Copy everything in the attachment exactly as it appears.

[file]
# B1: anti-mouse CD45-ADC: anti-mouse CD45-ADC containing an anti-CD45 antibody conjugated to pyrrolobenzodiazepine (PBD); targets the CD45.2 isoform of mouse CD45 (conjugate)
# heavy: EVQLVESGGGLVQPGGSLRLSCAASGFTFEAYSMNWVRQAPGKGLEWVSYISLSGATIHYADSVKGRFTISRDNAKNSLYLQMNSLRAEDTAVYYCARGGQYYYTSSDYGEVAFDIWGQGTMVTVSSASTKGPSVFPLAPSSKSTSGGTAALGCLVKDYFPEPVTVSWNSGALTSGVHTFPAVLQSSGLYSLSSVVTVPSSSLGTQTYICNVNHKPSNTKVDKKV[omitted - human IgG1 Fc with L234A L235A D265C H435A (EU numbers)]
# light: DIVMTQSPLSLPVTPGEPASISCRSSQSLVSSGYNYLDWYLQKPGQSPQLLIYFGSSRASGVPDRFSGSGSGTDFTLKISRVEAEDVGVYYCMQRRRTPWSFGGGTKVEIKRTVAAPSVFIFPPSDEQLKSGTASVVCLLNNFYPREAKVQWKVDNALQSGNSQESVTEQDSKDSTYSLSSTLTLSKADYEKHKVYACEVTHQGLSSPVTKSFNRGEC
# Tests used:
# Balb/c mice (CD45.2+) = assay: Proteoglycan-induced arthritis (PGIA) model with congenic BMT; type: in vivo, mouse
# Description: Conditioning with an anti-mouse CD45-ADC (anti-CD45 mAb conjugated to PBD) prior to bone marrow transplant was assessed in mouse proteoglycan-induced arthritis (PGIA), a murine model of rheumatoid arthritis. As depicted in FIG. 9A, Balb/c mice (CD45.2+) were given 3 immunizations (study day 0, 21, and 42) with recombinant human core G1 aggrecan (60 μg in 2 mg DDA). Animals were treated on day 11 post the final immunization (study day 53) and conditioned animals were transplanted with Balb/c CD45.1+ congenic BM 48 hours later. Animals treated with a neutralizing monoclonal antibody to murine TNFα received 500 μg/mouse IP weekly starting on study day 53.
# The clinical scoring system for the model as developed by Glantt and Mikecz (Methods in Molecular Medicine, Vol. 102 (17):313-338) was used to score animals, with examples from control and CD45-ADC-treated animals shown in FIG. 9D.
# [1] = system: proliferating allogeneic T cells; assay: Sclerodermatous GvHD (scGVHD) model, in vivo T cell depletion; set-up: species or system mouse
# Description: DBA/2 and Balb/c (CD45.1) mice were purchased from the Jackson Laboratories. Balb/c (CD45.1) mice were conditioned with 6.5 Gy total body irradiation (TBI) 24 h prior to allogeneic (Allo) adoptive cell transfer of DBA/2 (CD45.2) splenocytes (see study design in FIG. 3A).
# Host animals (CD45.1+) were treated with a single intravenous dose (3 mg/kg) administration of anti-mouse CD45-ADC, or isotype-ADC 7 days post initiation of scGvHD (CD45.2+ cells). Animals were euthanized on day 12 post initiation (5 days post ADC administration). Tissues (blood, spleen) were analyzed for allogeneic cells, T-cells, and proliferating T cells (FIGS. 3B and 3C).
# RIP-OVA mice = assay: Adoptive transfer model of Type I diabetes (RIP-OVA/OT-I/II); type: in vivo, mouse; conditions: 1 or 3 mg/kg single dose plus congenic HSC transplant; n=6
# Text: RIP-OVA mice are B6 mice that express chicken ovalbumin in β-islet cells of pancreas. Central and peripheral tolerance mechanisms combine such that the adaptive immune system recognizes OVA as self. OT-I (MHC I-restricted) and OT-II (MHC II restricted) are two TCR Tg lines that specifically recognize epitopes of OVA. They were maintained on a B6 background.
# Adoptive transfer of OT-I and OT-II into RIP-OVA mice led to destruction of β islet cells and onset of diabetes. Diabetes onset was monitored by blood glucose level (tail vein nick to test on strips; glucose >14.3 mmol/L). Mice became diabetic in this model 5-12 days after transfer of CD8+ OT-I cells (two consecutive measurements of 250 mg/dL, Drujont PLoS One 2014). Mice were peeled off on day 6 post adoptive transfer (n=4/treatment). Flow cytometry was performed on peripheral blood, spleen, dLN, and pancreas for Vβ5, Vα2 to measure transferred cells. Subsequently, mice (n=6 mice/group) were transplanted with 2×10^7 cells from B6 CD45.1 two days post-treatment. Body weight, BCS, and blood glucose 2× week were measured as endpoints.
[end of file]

# B1: anti-mouse CD45-ADC: anti-mouse CD45-ADC containing an anti-CD45 antibody conjugated to pyrrolobenzodiazepine (PBD); targets the CD45.2 isoform of mouse CD45 (conjugate)
# heavy: EVQLVESGGGLVQPGGSLRLSCAASGFTFEAYSMNWVRQAPGKGLEWVSYISLSGATIHYADSVKGRFTISRDNAKNSLYLQMNSLRAEDTAVYYCARGGQYYYTSSDYGEVAFDIWGQGTMVTVSSASTKGPSVFPLAPSSKSTSGGTAALGCLVKDYFPEPVTVSWNSGALTSGVHTFPAVLQSSGLYSLSSVVTVPSSSLGTQTYICNVNHKPSNTKVDKKV[omitted - human IgG1 Fc with L234A L235A D265C H435A (EU numbers)]
# light: DIVMTQSPLSLPVTPGEPASISCRSSQSLVSSGYNYLDWYLQKPGQSPQLLIYFGSSRASGVPDRFSGSGSGTDFTLKISRVEAEDVGVYYCMQRRRTPWSFGGGTKVEIKRTVAAPSVFIFPPSDEQLKSGTASVVCLLNNFYPREAKVQWKVDNALQSGNSQESVTEQDSKDSTYSLSSTLTLSKADYEKHKVYACEVTHQGLSSPVTKSFNRGEC
# Tests used:
# Balb/c mice (CD45.2+) = assay: Proteoglycan-induced arthritis (PGIA) model with congenic BMT; type: in vivo, mouse
# Description: Conditioning with an anti-mouse CD45-ADC (anti-CD45 mAb conjugated to PBD) prior to bone marrow transplant was assessed in mouse proteoglycan-induced arthritis (PGIA), a murine model of rheumatoid arthritis. As depicted in FIG. 9A, Balb/c mice (CD45.2+) were given 3 immunizations (study day 0, 21, and 42) with recombinant human core G1 aggrecan (60 μg in 2 mg DDA). Animals were treated on day 11 post the final immunization (study day 53) and conditioned animals were transplanted with Balb/c CD45.1+ congenic BM 48 hours later. Animals treated with a neutralizing monoclonal antibody to murine TNFα received 500 μg/mouse IP weekly starting on study day 53.
# The clinical scoring system for the model as developed by Glantt and Mikecz (Methods in Molecular Medicine, Vol. 102 (17):313-338) was used to score animals, with examples from control and CD45-ADC-treated animals shown in FIG. 9D.
# [1] = system: proliferating allogeneic T cells; assay: Sclerodermatous GvHD (scGVHD) model, in vivo T cell depletion; set-up: species or system mouse
# Description: DBA/2 and Balb/c (CD45.1) mice were purchased from the Jackson Laboratories. Balb/c (CD45.1) mice were conditioned with 6.5 Gy total body irradiation (TBI) 24 h prior to allogeneic (Allo) adoptive cell transfer of DBA/2 (CD45.2) splenocytes (see study design in FIG. 3A).
# Host animals (CD45.1+) were treated with a single intravenous dose (3 mg/kg) administration of anti-mouse CD45-ADC, or isotype-ADC 7 days post initiation of scGvHD (CD45.2+ cells). Animals were euthanized on day 12 post initiation (5 days post ADC administration). Tissues (blood, spleen) were analyzed for allogeneic cells, T-cells, and proliferating T cells (FIGS. 3B and 3C).
# RIP-OVA mice = assay: Adoptive transfer model of Type I diabetes (RIP-OVA/OT-I/II); type: in vivo, mouse; conditions: 1 or 3 mg/kg single dose plus congenic HSC transplant; n=6
# Text: RIP-OVA mice are B6 mice that express chicken ovalbumin in β-islet cells of pancreas. Central and peripheral tolerance mechanisms combine such that the adaptive immune system recognizes OVA as self. OT-I (MHC I-restricted) and OT-II (MHC II restricted) are two TCR Tg lines that specifically recognize epitopes of OVA. They were maintained on a B6 background.
# Adoptive transfer of OT-I and OT-II into RIP-OVA mice led to destruction of β islet cells and onset of diabetes. Diabetes onset was monitored by blood glucose level (tail vein nick to test on strips; glucose >14.3 mmol/L). Mice became diabetic in this model 5-12 days after transfer of CD8+ OT-I cells (two consecutive measurements of 250 mg/dL, Drujont PLoS One 2014). Mice were peeled off on day 6 post adoptive transfer (n=4/treatment). Flow cytometry was performed on peripheral blood, spleen, dLN, and pancreas for Vβ5, Vα2 to measure transferred cells. Subsequently, mice (n=6 mice/group) were transplanted with 2×10^7 cells from B6 CD45.1 two days post-treatment. Body weight, BCS, and blood glucose 2× week were measured as endpoints.